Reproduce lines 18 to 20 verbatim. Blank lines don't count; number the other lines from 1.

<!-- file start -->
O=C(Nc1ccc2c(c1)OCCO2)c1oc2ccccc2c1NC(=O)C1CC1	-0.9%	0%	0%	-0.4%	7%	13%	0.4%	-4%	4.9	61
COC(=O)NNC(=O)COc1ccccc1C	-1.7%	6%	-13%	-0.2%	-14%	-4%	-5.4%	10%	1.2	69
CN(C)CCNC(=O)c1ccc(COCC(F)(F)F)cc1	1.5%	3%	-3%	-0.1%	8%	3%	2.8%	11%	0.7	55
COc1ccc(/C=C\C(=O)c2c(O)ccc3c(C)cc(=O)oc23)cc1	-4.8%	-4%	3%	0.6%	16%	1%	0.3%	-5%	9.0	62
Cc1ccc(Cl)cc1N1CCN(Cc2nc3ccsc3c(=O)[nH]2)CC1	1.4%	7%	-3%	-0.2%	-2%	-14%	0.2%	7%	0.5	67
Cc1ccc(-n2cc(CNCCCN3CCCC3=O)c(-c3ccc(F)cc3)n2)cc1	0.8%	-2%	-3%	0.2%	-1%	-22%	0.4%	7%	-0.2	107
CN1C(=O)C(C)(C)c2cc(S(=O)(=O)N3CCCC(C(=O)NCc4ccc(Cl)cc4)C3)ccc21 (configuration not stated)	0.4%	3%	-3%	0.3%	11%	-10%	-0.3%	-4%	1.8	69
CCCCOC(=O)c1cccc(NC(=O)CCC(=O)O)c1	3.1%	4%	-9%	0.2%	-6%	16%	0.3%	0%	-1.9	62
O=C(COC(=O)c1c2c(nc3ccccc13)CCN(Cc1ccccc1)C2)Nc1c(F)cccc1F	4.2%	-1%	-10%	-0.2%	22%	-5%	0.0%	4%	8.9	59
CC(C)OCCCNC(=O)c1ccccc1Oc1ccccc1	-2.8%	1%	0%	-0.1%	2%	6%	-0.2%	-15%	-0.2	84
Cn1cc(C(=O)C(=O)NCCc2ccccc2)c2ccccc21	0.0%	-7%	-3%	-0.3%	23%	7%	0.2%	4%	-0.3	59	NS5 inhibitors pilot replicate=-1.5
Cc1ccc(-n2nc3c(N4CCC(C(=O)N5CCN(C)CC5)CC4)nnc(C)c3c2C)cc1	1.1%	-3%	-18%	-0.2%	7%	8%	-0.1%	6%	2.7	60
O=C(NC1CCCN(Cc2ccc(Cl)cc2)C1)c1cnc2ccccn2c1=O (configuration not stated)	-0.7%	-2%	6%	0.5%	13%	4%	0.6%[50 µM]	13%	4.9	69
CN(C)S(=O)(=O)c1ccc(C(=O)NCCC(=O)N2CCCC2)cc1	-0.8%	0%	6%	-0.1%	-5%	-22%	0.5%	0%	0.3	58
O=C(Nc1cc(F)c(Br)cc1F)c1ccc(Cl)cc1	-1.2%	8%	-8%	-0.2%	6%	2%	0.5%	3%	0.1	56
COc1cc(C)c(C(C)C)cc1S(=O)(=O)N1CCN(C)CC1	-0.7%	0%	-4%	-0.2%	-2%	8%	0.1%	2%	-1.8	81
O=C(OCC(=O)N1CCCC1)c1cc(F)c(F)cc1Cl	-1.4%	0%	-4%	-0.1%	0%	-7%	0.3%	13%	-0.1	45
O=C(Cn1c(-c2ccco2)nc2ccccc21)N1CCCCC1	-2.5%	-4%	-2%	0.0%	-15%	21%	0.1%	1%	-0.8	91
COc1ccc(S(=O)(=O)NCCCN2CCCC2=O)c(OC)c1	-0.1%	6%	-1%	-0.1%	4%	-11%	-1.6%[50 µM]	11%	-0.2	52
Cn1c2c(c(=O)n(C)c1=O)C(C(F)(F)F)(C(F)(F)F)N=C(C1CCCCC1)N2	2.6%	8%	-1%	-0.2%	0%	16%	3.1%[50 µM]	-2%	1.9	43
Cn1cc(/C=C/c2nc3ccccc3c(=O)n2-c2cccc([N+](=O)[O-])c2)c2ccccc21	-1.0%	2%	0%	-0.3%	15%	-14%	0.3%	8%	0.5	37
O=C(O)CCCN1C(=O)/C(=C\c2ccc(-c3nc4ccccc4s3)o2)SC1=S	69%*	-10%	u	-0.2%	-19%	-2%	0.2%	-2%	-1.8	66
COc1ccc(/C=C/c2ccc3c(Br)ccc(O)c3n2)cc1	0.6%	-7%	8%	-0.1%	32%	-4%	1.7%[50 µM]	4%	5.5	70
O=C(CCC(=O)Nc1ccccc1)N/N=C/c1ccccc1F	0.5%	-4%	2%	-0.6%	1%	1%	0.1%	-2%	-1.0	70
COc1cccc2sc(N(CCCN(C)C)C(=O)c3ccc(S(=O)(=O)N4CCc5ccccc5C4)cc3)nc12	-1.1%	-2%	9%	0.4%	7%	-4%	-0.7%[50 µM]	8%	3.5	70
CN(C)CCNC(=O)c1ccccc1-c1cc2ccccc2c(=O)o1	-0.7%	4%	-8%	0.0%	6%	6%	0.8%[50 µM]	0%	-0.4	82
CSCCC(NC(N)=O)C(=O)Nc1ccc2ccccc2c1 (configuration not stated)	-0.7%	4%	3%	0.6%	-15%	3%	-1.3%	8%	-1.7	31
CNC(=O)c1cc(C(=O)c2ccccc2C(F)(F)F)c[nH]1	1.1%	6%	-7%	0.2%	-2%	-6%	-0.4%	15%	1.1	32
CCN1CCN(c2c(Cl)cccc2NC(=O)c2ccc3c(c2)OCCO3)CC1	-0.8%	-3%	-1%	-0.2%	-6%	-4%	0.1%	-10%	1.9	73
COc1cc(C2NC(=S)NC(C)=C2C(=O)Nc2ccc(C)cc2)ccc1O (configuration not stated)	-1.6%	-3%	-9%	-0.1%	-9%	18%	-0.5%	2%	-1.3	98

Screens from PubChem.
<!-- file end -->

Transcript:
O=C(Cn1c(-c2ccco2)nc2ccccc21)N1CCCCC1	-2.5%	-4%	-2%	0.0%	-15%	21%	0.1%	1%	-0.8	91
COc1ccc(S(=O)(=O)NCCCN2CCCC2=O)c(OC)c1	-0.1%	6%	-1%	-0.1%	4%	-11%	-1.6%[50 µM]	11%	-0.2	52
Cn1c2c(c(=O)n(C)c1=O)C(C(F)(F)F)(C(F)(F)F)N=C(C1CCCCC1)N2	2.6%	8%	-1%	-0.2%	0%	16%	3.1%[50 µM]	-2%	1.9	43